Seven years of lab re-organisation

By J L Bedini, head of Hospital Clinic Core Lab, and A Mira, manager of the Biomedical Diagnostic Centre

Barcelona, Spain - The Hospital Clinic is a tertiary level University Hospital that provides a broad range of services, from basic healthcare coverage to 550,000 people, to academic and advanced research activities. Hospital Clinic is a leading institution in certain pathologies, being the reference for Spain in different areas.

Core Lab
Core Lab

Ten years ago, we began a project to develop a patient-centred care delivery model: all healthcare departments would be organised better to address patient needs. Named The Prisma Project, it resulted in a holistic re-engineering programme with two lines of action. The first goal was to develop a radically innovative organisational model to enable this new care delivery model. Second, identify and execute cross-functional projects that improve healthcare operations and patient care.
The new organisation grouped services and clinical specialties in units based on functional and diagnostic criteria that would enable improved patient care. These units, called Clinical Institutes (or centres for laboratories and imaging former departments) have management and self organisational autonomy and responsibility. Following this model, all laboratories were grouped in a new structure called Biomedical Diagnostic Centre (BDC).
In the context of Prisma, the BDC decided to create a Core Lab, a new laboratory to centralise the higher volume routine and stat testing in clinical chemistry, immunology, haematology, coagulation and microbiology. The Core Lab goal was to drive operational efficiencies without sacrificing scientific knowledge and provide top quality results to the laboratory services. This goal could be achieved by leveraging new technologies and demonstrating superior service to the functional labs that are dependent on our results to provide optimal diagnostics to our physicians.
In 2000, we selected through a public tender, ADVIA LabCell from Siemens Healthcare Diagnostics (formerly Bayer Diagnostics) as our optimal solution. In March 2001, the automation system went live, becoming one of the European pioneers for total laboratory automation.
ADVIA LabCell is the key element organisation, because it manages all samples in the Core Lab for both connected and non-connected analysers (i.e. nephelometer, electrophoresis and so on). The system has been extended several times since its installation seven years ago. This flexibility has been critical to adapt to our changing needs. Nine analysers are actually connected: two ADVIA 2400 for clinical chemistry, two ADVIA 2120 for haematology, two Stago STA-r for coagulation and three ADVIA Centaur for immunoassay. We also have connected three sample managers (for loading, unloading, complex sorting and total sample archiving) and two centrifuge/decapper modules.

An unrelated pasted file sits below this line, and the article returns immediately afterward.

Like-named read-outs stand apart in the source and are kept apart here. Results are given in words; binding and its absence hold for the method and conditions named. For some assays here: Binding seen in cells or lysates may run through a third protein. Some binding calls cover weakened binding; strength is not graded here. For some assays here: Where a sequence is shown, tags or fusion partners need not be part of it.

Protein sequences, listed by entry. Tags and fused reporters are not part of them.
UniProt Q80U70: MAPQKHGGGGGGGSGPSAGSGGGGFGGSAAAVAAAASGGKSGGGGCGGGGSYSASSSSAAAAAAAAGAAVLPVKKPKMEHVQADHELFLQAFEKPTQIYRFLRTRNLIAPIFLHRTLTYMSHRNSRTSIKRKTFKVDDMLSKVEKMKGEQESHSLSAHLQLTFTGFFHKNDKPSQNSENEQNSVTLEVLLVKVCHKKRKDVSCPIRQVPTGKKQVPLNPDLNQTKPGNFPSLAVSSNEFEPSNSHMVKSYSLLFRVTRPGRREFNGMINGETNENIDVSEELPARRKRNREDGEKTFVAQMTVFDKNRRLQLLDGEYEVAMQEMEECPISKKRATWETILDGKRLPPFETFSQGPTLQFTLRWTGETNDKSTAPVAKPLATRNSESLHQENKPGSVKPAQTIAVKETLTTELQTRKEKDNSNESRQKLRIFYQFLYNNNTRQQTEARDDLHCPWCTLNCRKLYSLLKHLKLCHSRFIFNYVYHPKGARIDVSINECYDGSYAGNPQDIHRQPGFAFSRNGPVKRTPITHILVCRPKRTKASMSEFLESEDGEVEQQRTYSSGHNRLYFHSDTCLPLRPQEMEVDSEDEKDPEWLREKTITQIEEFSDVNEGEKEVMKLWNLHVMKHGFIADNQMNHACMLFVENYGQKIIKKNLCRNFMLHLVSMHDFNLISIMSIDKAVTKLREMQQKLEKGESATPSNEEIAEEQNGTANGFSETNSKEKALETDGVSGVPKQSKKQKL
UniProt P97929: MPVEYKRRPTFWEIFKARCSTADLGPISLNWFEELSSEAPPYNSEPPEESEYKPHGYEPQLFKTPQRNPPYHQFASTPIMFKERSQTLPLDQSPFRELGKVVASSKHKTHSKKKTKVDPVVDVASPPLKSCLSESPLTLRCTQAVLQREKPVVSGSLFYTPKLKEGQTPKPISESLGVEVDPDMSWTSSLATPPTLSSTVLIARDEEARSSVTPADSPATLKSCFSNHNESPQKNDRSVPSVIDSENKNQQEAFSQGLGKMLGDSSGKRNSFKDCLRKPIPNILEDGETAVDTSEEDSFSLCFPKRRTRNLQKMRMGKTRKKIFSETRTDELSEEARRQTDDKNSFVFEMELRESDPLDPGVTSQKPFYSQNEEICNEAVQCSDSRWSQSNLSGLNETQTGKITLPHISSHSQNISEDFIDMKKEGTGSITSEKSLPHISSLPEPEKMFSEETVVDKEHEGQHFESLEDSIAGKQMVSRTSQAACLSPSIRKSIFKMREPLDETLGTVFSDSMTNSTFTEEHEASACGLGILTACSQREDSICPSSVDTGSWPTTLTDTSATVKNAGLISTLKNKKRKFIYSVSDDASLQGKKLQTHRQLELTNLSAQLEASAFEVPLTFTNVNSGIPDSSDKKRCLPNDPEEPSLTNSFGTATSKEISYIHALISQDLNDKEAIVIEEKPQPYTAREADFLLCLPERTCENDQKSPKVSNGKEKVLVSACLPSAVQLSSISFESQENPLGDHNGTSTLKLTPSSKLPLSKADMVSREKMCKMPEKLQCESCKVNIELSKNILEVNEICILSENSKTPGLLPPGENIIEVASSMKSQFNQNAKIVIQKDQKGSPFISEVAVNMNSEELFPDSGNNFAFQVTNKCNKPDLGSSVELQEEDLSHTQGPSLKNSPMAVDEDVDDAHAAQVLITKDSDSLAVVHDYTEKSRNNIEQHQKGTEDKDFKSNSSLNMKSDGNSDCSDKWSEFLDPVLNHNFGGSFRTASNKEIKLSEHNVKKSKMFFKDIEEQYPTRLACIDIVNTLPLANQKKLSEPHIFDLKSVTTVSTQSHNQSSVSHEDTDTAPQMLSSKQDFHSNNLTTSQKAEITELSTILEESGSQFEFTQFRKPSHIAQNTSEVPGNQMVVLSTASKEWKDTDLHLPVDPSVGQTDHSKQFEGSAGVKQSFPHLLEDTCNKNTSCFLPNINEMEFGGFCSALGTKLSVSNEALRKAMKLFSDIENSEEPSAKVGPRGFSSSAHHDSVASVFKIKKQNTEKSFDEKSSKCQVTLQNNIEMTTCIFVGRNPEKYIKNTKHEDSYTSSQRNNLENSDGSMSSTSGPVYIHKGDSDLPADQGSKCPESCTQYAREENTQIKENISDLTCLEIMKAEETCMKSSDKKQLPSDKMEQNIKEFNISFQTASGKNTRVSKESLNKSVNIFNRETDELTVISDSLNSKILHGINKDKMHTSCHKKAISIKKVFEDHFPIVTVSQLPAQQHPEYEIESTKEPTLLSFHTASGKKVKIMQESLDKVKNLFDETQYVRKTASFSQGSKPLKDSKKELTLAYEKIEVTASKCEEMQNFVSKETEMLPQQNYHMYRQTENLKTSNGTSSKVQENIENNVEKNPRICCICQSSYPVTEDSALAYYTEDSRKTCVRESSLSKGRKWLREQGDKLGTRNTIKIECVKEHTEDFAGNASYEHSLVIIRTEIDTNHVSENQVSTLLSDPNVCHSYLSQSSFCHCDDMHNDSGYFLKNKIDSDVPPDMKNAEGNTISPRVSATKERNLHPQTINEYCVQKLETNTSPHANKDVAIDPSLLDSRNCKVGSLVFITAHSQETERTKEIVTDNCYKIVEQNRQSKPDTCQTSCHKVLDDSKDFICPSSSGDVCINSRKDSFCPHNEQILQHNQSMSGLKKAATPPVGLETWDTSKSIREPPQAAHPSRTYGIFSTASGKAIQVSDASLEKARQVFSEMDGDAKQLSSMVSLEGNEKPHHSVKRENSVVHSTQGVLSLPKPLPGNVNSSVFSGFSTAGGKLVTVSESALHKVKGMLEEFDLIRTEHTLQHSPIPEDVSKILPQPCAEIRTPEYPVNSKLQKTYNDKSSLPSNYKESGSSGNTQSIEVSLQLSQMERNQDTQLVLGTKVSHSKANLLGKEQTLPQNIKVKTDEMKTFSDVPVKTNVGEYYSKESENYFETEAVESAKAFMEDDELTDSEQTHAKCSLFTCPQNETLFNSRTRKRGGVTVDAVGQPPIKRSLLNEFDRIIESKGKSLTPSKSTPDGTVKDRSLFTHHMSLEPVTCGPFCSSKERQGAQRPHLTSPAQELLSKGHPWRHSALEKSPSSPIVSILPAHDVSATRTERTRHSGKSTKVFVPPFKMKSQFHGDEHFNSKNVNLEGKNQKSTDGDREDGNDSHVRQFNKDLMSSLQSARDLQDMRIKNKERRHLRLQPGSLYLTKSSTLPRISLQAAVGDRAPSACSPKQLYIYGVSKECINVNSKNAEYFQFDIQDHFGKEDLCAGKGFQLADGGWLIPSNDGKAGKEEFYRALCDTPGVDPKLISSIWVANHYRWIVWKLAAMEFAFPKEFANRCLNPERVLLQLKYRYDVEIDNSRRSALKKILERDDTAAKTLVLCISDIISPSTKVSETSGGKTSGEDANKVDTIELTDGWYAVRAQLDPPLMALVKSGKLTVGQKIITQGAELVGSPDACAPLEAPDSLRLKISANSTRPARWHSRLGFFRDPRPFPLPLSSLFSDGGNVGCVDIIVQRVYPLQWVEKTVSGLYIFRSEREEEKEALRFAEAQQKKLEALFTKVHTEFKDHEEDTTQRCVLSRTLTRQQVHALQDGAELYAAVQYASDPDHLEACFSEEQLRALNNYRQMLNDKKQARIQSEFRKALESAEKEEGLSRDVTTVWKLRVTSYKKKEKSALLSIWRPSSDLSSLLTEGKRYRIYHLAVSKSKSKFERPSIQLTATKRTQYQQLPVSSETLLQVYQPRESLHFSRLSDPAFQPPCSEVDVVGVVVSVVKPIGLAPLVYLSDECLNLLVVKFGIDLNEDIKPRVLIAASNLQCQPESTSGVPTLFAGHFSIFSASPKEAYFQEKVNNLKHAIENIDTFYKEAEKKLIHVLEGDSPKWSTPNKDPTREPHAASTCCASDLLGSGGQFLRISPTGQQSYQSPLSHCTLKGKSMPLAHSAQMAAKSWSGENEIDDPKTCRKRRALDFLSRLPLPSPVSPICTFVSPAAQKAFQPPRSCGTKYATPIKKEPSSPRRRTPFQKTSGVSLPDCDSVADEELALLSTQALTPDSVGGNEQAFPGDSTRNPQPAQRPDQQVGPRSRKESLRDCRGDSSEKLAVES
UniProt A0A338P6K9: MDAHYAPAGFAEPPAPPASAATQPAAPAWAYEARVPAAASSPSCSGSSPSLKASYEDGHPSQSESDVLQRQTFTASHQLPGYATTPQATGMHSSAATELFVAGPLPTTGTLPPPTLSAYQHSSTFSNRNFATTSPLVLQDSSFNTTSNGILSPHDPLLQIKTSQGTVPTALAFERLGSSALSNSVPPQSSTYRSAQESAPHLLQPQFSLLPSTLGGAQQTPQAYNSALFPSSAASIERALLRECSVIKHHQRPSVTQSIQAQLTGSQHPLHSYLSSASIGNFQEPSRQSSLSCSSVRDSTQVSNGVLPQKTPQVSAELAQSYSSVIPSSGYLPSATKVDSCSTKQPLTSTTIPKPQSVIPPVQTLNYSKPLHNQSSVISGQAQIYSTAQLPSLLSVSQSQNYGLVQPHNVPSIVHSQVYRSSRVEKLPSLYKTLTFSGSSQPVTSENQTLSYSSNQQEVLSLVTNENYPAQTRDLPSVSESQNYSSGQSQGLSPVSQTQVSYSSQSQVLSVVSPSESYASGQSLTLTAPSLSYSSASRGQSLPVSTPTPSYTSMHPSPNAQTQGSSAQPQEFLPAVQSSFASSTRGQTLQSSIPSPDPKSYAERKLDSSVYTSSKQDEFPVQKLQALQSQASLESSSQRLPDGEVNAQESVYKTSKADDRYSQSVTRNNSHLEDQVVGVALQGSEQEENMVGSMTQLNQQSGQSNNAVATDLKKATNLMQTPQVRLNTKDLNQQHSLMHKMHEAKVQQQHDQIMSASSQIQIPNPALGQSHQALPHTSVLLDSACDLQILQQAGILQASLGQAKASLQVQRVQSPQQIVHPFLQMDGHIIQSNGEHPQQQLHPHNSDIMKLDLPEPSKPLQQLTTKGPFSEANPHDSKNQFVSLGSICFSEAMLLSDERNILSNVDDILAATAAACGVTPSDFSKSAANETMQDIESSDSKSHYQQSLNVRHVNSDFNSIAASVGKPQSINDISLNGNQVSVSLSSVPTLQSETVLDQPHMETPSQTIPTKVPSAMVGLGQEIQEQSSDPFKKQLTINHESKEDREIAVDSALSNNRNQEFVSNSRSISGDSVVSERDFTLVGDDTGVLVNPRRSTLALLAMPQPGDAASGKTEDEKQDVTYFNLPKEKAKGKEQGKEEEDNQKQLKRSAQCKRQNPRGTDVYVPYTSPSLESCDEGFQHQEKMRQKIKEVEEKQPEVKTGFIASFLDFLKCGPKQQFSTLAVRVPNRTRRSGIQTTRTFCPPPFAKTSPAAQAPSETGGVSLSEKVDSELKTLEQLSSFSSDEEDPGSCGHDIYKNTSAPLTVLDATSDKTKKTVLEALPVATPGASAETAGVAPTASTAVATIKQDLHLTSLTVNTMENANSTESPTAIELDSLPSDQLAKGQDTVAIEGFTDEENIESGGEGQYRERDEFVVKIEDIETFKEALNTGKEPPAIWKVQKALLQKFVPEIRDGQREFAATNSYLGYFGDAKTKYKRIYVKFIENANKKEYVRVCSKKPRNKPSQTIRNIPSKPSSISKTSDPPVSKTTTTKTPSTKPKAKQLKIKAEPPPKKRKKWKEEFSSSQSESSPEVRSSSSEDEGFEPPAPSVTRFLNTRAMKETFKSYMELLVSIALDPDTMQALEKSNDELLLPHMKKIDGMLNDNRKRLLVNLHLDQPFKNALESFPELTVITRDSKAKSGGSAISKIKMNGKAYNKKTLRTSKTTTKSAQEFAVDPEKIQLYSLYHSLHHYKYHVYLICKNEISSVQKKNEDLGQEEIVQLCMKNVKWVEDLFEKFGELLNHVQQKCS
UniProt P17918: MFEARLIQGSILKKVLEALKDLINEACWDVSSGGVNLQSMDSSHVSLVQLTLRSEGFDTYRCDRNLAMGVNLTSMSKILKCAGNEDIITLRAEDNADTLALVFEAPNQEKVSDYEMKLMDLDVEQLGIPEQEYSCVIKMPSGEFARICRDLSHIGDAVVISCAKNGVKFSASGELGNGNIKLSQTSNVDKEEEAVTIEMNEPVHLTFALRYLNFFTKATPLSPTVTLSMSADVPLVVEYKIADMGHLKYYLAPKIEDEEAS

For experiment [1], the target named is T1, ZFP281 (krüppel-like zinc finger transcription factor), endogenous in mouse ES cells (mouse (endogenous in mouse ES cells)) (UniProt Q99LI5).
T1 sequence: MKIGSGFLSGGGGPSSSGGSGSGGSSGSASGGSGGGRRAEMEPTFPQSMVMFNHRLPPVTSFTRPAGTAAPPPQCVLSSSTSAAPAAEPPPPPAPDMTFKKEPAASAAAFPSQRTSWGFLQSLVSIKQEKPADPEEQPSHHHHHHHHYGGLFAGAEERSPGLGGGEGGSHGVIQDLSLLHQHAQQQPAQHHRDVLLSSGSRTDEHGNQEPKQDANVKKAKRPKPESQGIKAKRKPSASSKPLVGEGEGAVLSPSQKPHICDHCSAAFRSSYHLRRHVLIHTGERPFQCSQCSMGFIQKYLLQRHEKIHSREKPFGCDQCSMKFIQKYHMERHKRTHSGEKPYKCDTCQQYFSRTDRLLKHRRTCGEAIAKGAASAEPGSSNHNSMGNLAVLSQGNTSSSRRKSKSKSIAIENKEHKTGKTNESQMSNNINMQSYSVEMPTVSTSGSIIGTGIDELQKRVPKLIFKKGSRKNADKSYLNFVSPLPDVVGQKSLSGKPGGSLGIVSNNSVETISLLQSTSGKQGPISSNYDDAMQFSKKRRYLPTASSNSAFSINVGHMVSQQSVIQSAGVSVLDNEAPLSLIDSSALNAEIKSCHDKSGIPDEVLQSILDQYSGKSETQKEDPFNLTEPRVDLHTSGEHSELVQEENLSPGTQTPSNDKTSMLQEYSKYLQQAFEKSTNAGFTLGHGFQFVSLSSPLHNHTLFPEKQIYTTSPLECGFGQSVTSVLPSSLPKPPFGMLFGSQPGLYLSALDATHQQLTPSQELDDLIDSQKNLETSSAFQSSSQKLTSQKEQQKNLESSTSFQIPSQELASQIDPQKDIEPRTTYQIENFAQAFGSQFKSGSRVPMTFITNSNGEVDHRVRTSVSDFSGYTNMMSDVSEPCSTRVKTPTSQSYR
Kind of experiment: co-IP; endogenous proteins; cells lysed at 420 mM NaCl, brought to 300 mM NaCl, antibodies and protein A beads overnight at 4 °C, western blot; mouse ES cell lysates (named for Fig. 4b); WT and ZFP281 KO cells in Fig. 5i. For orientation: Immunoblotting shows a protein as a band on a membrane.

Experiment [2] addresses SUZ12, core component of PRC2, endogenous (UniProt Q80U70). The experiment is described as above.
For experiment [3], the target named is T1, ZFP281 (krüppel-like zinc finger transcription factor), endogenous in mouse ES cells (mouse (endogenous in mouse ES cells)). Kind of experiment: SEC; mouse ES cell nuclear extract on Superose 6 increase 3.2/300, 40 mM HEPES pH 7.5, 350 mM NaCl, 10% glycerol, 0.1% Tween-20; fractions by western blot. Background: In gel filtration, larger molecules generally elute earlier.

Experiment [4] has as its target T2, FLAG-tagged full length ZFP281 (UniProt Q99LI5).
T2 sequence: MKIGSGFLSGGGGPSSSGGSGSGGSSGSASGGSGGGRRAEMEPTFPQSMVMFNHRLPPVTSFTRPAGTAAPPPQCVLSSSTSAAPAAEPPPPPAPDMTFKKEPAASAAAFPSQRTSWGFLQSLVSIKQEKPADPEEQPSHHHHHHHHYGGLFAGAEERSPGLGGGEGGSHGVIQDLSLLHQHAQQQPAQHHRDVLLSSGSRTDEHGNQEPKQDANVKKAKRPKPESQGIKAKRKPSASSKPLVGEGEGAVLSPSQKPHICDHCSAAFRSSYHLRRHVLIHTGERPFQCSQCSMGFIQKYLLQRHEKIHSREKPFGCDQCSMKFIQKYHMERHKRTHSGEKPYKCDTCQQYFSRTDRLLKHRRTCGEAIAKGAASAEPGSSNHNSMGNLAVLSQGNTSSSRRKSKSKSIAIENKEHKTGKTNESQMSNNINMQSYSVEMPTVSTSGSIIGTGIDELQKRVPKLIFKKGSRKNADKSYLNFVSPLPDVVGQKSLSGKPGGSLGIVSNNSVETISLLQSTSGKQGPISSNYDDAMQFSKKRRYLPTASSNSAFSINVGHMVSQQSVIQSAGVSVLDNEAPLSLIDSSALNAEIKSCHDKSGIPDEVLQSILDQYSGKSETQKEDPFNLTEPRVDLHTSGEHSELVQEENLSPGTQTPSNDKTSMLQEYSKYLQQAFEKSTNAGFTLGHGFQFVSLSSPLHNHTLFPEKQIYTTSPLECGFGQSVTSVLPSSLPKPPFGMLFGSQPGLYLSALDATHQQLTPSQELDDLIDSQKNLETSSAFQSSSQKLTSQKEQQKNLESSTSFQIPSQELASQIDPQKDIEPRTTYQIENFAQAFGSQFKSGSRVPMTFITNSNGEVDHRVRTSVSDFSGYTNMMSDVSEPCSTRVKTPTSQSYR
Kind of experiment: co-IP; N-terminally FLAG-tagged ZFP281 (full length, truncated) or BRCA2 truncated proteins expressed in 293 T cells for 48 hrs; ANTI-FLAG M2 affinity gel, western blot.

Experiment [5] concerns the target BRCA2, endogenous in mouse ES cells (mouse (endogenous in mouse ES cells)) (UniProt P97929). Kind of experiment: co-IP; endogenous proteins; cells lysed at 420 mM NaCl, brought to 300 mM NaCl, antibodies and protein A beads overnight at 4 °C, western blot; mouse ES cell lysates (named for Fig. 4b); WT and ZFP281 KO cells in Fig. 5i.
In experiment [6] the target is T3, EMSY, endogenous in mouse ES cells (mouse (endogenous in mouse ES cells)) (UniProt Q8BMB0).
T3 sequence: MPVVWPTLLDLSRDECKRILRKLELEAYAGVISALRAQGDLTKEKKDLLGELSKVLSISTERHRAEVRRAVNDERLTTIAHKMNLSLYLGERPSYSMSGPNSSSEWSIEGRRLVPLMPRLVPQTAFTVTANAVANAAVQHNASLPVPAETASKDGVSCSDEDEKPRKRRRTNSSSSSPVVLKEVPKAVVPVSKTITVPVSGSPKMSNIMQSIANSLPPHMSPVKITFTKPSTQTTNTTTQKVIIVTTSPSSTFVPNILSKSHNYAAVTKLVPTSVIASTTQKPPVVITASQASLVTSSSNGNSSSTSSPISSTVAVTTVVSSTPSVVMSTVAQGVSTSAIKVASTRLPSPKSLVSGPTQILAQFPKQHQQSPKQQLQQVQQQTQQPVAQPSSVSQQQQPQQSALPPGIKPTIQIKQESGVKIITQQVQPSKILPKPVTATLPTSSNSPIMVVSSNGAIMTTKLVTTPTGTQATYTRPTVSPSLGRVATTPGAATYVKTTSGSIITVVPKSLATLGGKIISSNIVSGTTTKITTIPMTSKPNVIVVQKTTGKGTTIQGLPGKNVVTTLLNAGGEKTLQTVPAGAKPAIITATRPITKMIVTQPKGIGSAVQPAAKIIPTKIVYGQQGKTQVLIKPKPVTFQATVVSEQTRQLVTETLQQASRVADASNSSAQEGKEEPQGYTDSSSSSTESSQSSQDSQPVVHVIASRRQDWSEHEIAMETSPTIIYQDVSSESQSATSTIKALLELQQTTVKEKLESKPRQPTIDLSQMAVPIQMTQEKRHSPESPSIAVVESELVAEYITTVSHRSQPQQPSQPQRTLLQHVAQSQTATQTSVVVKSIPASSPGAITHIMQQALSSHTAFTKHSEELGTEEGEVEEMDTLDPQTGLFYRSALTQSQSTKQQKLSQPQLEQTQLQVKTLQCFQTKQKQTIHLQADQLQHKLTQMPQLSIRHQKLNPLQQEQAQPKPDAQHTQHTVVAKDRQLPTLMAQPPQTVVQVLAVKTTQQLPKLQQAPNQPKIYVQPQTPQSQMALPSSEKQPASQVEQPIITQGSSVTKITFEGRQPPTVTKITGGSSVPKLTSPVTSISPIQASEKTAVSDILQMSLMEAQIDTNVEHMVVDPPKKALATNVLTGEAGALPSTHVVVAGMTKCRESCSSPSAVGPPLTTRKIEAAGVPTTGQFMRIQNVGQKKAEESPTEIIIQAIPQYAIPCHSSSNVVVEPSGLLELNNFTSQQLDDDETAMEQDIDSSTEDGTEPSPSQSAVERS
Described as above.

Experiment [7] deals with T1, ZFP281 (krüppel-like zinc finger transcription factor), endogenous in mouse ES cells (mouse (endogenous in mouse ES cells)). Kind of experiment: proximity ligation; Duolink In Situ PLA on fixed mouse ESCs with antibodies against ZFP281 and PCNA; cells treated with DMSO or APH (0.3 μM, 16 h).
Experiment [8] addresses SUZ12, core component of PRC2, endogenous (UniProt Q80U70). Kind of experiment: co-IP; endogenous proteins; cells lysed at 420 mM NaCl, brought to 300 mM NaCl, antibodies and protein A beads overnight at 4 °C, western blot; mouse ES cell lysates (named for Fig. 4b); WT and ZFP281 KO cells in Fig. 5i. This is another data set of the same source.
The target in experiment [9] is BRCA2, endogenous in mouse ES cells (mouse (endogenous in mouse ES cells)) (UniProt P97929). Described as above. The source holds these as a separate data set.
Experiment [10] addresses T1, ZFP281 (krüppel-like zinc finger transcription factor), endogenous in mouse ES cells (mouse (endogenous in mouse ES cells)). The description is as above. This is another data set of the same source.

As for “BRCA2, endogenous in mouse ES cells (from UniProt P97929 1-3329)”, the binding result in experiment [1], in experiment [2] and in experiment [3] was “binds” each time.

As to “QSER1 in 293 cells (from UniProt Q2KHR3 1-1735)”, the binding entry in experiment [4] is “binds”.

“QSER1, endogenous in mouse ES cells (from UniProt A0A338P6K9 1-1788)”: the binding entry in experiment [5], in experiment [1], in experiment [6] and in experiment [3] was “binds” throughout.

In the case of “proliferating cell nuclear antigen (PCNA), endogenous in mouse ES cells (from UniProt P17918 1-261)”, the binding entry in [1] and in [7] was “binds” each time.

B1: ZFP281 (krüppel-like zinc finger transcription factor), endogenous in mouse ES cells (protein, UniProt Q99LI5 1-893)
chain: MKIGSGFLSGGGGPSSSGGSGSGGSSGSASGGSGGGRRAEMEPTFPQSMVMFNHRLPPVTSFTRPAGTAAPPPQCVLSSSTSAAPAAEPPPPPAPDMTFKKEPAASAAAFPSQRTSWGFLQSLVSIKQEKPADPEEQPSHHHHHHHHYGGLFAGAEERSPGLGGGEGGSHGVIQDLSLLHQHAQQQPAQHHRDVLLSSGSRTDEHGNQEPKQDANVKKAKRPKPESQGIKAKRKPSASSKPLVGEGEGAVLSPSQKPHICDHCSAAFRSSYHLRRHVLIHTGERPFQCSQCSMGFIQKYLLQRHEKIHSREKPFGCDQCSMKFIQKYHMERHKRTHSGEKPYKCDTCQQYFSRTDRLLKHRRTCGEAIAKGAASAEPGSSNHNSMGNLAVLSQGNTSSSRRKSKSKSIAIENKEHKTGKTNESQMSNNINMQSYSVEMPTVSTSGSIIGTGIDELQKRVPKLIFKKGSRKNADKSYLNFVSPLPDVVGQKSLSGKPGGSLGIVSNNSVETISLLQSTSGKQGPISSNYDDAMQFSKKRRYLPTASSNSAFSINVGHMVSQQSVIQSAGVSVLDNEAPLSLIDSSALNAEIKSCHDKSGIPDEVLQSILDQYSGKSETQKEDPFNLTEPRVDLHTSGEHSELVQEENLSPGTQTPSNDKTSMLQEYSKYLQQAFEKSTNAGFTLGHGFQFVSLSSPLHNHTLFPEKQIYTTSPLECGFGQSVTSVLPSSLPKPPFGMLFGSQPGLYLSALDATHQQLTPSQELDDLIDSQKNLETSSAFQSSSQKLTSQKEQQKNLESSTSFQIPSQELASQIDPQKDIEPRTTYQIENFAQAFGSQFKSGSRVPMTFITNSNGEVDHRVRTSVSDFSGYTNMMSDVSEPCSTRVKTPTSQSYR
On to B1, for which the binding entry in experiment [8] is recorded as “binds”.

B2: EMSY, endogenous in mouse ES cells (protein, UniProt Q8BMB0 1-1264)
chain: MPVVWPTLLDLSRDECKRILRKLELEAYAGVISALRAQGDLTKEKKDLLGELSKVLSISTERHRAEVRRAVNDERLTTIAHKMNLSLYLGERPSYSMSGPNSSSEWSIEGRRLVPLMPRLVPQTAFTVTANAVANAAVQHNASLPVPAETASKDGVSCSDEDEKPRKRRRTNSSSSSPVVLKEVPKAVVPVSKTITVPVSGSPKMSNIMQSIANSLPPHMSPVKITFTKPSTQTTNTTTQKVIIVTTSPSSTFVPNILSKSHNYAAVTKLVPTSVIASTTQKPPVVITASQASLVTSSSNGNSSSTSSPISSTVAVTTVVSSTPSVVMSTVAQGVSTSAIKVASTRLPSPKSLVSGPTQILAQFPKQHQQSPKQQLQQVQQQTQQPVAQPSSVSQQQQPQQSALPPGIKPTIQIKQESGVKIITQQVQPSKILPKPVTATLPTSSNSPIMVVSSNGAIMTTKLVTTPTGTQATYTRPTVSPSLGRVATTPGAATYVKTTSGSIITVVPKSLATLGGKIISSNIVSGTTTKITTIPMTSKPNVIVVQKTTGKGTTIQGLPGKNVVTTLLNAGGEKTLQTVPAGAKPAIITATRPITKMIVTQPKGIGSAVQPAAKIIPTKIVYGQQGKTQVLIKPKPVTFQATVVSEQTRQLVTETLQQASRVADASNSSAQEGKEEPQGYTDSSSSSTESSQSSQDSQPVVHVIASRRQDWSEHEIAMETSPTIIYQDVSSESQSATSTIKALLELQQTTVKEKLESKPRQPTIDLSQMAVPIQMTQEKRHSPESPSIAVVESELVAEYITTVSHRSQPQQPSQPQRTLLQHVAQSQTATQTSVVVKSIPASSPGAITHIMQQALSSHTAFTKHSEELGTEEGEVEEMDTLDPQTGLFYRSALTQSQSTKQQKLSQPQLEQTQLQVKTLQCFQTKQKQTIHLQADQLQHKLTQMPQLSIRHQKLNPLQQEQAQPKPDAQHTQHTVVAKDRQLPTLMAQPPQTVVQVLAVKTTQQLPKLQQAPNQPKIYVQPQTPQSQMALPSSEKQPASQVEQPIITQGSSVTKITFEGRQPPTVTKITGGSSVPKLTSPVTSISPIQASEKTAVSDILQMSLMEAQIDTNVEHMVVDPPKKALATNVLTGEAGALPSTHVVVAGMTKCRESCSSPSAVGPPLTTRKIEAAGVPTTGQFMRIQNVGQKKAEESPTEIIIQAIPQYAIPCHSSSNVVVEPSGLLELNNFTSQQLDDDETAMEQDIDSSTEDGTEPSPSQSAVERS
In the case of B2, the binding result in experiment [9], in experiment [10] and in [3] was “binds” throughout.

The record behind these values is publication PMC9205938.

The Core Lab has achieved several benefits through ADVIA LabCell. We have optimised resource utilisation. We have saved eight FTEs that have been relocated in new technologies and research labs. This has been important to increase our revenue by taking high added-value testing. We have obviously reduced the number of analysers and have reduced the space required by over 120 sq/m.
Efficiency and quality have also improved. In 2007, over 5,400,000 results were produced in the Core Lab, representing more than 85% of the BDC total activity. In the last five years, activity has increased over 35%. Due to vendor consolidation and by maximising platform consolidation, reagent costs have decreased, reducing our cost per test by 17%. The overall financial impact has been significant, completing the return of the automation investment in less than five years.
ADVIA LabCell has delivered other workflow improvements. The system and analysers point-of-space connectivity allow for efficient sample sharing. This means that we can deliver more than 80 different tests from a single serum specimen. No aliquots are needed in the Core Lab. Reducing tubes benefits the patient by minimising the amount of drawn blood, while eliminating aliquots means less waste due to dead volumes, and less waste due to tips and cups required. Overall, it has provided a significant cost reduction by reducing more than 140,000 tubes annually. 
After seven years of experience, the design of the Core Lab and the ADVIA LabCell implementation has represented a major opportunity to change the overall Diagnostic Centre organisational model. We have obtained significant financial and quality improvements that ultimately deliver better patient care.


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